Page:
Supply Management Magazine: July-September 22

supply management Q3, 2022

What will globalisation 2.0 look like?

It's not the end of the world

Give an infinite number of monkeys with typewriters an infinite amount of time and still they may never complete the list of supply chain challenges facing the profession. If that’s too bleak, perhaps we need a change of perspective; instead of focusing on doomsday disruptions signifying the end of the world’s supply chains as we know them, we should be viewing this as a rebirth and asking what happens next. 

In our Big Read, we talk to economists, practitioners and globalisation experts about the influence of geopolitics on supply chains, and how organisations are moving away from dominant regions to form relationships with lower risk allies, as well as the pivotal role emerging markets will play in this new supply network. It’s the end of cost’s reign and the beginning of supplier diversity as king. Globalisation is dead. Long live globalisation.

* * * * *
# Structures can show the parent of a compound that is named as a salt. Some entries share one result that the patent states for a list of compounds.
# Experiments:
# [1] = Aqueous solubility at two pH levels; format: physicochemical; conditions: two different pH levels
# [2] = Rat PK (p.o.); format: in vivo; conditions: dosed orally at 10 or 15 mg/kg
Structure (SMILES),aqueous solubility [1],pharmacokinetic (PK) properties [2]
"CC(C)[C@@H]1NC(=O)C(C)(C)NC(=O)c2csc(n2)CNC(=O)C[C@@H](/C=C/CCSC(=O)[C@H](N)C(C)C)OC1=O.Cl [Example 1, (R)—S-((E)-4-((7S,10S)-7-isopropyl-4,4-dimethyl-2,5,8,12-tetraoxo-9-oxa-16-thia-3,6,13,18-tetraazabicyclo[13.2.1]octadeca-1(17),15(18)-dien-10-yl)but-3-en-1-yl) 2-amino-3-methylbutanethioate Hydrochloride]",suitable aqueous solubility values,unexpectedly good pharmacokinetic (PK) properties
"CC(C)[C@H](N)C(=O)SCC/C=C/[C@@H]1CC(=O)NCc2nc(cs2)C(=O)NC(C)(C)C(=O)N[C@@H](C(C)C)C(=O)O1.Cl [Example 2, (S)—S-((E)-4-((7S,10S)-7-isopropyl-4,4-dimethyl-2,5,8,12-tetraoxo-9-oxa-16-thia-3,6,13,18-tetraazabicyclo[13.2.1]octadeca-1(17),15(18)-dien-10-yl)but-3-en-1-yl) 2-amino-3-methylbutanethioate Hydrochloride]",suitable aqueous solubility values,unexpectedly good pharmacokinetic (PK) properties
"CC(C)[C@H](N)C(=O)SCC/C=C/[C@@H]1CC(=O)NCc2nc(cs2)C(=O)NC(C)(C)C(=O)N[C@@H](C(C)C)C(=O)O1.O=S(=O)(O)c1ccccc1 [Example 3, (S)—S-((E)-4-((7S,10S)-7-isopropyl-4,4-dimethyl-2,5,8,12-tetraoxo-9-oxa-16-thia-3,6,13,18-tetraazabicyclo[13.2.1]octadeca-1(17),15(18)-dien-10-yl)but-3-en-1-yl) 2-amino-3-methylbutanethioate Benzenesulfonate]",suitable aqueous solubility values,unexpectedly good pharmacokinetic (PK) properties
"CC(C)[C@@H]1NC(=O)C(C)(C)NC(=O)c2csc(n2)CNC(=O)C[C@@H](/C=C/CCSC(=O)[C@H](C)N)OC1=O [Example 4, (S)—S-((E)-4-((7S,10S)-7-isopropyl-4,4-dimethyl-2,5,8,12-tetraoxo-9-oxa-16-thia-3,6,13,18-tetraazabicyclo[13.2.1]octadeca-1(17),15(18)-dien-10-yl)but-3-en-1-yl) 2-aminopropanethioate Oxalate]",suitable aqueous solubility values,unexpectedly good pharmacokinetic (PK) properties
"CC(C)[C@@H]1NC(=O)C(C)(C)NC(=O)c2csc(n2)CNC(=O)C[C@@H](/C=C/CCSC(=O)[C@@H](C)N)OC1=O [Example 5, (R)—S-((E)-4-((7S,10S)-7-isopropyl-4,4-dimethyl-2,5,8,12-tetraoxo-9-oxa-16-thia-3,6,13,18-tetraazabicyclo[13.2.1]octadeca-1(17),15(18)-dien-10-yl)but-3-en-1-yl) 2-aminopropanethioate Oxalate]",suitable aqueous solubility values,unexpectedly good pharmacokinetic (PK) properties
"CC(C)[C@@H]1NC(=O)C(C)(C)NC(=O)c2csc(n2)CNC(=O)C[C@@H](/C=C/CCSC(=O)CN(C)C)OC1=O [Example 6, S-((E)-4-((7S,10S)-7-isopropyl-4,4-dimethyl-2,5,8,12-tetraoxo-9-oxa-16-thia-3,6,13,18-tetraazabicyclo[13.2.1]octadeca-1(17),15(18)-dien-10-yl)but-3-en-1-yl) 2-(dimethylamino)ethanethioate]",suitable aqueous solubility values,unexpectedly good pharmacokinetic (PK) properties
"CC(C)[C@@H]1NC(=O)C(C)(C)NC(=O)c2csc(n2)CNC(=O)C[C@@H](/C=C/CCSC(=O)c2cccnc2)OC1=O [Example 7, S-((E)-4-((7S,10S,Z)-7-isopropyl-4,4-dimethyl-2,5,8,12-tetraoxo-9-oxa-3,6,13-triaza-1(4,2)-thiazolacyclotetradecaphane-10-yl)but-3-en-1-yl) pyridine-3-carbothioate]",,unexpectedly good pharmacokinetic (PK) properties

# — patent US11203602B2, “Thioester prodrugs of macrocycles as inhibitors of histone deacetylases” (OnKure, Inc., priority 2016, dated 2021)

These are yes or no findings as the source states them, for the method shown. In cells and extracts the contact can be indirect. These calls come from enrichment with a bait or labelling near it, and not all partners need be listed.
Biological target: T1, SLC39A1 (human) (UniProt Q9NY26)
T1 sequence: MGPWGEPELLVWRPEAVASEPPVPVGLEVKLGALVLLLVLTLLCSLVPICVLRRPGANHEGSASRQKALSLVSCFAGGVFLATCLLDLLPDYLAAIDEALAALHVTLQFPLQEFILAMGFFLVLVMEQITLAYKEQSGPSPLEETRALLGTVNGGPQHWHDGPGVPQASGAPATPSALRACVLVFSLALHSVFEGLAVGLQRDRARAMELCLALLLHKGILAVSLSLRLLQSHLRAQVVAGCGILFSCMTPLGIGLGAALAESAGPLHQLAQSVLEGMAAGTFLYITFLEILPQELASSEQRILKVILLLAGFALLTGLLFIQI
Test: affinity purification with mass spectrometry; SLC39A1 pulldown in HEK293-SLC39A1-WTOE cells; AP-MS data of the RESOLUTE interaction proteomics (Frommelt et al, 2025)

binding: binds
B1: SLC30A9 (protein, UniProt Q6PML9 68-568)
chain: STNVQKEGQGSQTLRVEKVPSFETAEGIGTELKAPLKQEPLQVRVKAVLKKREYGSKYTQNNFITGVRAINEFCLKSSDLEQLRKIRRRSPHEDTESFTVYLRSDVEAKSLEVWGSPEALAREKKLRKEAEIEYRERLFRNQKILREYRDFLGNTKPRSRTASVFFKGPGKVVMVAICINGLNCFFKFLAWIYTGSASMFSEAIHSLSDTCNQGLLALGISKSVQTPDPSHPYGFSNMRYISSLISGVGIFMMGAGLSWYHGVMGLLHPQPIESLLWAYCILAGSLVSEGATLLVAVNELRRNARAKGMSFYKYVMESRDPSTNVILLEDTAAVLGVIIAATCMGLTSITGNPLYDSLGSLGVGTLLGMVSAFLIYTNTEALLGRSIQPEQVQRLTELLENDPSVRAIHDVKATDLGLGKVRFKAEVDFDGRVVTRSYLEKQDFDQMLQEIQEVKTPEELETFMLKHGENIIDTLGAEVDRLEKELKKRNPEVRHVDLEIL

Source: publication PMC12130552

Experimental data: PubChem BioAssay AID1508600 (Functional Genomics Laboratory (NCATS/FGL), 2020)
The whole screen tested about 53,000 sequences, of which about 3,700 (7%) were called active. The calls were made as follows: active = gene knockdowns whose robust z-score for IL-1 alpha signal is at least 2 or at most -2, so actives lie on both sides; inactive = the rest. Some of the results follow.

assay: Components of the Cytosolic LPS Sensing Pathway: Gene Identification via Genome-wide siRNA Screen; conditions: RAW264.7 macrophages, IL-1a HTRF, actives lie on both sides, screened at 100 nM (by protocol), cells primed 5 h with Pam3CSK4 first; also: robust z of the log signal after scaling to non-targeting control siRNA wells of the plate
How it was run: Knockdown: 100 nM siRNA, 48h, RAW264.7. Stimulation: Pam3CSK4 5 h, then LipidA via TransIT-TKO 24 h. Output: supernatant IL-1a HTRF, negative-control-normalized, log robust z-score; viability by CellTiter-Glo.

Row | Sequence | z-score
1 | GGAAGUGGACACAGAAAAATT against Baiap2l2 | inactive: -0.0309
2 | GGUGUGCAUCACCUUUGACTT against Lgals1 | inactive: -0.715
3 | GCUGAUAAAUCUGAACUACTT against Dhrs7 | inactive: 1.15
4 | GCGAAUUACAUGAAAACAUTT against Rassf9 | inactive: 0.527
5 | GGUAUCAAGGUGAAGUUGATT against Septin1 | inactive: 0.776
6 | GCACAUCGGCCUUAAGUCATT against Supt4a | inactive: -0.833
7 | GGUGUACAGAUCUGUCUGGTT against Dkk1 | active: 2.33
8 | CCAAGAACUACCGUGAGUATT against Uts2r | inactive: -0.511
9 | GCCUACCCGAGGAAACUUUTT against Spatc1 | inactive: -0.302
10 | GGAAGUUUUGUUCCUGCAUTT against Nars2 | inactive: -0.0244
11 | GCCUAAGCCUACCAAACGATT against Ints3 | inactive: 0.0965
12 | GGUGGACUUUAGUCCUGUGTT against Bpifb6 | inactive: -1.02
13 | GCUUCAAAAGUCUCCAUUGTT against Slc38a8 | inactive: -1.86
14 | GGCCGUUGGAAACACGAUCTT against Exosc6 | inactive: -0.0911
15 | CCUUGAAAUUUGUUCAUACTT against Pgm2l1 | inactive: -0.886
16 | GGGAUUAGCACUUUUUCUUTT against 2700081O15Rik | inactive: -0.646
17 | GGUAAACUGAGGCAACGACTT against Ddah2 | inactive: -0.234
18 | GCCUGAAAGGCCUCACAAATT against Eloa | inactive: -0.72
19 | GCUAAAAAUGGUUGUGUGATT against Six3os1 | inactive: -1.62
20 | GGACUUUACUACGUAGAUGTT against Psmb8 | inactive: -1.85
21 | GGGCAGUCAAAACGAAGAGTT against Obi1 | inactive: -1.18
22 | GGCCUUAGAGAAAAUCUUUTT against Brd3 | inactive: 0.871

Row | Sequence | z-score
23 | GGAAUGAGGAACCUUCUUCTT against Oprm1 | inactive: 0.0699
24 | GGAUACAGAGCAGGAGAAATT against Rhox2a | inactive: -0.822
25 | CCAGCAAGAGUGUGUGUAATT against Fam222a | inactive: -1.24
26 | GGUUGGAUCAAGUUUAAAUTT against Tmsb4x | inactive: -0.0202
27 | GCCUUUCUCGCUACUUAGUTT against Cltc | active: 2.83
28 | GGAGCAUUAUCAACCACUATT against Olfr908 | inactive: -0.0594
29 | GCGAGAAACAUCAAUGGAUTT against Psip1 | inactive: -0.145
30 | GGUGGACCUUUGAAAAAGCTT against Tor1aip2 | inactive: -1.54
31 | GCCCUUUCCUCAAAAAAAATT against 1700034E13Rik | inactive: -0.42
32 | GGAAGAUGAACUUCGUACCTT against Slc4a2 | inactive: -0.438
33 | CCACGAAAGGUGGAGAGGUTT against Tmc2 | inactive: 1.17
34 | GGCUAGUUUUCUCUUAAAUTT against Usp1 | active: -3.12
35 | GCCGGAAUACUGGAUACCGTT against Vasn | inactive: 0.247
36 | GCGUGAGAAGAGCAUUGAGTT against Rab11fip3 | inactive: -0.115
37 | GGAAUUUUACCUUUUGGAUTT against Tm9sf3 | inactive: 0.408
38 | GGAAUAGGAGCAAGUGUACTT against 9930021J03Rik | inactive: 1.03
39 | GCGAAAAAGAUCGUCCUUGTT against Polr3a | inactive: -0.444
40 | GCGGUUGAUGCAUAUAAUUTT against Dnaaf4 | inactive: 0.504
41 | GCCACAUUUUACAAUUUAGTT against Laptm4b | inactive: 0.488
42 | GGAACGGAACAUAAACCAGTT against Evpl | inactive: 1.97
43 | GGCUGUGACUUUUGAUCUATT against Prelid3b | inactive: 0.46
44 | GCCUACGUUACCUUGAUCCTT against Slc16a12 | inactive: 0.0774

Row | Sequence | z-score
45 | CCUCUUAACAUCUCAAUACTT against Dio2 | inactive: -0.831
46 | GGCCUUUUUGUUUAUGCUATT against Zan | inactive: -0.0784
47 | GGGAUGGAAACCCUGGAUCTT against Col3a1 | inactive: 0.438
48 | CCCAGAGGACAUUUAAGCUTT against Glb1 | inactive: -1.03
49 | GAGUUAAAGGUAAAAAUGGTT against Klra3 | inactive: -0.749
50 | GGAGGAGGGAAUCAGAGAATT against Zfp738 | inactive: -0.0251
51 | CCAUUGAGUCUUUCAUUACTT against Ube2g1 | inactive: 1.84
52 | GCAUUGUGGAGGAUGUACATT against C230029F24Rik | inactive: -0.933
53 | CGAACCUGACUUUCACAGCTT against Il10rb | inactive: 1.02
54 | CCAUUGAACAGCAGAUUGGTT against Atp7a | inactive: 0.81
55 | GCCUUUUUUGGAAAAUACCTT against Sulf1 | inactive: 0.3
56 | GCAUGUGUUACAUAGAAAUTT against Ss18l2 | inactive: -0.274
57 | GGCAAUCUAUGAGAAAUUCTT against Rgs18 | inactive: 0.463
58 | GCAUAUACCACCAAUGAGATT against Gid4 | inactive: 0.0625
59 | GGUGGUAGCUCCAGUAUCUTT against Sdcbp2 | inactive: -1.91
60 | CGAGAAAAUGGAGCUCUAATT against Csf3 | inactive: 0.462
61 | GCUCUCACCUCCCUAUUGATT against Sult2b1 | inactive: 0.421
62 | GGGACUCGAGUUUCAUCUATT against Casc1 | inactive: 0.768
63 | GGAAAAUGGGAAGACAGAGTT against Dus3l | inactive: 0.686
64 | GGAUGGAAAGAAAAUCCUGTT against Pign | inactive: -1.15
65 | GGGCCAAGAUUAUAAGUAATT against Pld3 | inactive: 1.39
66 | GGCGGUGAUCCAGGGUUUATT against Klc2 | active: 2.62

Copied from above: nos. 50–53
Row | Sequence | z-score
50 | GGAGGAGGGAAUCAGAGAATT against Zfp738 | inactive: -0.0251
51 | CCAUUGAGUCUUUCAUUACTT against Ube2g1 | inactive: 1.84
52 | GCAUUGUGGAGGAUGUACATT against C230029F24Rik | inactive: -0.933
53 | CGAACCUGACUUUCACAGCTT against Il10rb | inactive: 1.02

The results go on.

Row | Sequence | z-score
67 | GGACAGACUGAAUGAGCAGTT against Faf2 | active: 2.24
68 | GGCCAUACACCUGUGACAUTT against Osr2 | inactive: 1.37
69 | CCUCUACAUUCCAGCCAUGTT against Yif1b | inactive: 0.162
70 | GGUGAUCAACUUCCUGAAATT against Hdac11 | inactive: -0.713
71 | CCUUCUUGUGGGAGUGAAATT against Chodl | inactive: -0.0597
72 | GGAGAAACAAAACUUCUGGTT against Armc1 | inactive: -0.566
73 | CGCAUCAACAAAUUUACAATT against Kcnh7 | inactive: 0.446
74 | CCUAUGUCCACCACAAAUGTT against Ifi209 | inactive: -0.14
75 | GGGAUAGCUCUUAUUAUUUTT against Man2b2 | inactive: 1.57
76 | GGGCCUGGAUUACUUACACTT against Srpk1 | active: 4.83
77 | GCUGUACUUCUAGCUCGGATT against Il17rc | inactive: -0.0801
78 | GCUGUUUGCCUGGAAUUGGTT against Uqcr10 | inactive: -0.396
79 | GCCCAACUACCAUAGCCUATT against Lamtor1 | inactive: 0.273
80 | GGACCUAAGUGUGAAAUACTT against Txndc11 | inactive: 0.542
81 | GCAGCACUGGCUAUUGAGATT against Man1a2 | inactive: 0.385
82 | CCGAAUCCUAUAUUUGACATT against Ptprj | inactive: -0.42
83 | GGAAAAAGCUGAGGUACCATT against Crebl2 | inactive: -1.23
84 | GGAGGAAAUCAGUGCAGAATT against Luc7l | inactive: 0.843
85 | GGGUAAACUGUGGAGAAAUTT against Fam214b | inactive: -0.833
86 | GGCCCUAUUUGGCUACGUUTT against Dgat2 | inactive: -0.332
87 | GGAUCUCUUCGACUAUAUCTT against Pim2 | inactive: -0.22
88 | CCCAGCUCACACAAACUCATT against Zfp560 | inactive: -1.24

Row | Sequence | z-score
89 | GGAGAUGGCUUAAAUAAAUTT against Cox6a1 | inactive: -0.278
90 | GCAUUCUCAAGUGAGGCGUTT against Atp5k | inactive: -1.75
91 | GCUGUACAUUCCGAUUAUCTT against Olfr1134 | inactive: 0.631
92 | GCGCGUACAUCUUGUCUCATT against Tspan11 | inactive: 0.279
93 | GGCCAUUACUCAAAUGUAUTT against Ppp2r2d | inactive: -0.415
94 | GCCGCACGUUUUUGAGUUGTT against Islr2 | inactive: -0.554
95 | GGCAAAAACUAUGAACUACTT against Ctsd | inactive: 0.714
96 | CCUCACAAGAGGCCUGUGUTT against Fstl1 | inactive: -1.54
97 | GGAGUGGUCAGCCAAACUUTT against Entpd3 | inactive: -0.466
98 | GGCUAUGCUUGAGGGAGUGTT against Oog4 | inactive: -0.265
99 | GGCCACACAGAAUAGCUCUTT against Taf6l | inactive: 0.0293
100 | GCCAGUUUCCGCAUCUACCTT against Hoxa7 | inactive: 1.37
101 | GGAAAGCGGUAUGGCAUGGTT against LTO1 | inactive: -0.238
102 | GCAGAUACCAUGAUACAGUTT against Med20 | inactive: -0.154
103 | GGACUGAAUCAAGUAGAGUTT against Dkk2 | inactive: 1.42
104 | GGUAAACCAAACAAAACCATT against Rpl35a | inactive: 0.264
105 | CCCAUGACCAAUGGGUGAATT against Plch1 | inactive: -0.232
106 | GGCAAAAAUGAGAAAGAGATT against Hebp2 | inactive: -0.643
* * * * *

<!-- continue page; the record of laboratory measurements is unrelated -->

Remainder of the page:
Also in this issue:

CPO interview: How do humanitarian supply networks operate and what are the challenges of procuring essential items for displaced people in Ukraine? Danish Refugee Council head of supply, Christian Gronnerod, explains

CIPS turns 90: As we celebrate nine decades of the Institute, we reflect on this history, achievements so far and speak with global offices about key concerns in the future of the profession

Skills: Exports rules and sanctions are mounting up quickly, and responsibility often falls to procurement. Learn how tech manufacturers and distributors can stay ahead of these changes to avoid significant consequences

Case study: A team of virtual workers helped to ensure school children were fed during the pandemic. The local authority leading the way shares their journey of creating and managing autonomous workers in the public care sector

Analysis: There’s a growing use of critical commodities lists and export bans to prioritise goods linked to national security. But what does this rise in protectionism mean for global supply chains and international relationships?

Read all of these articles and much more in Supply Management magazine:
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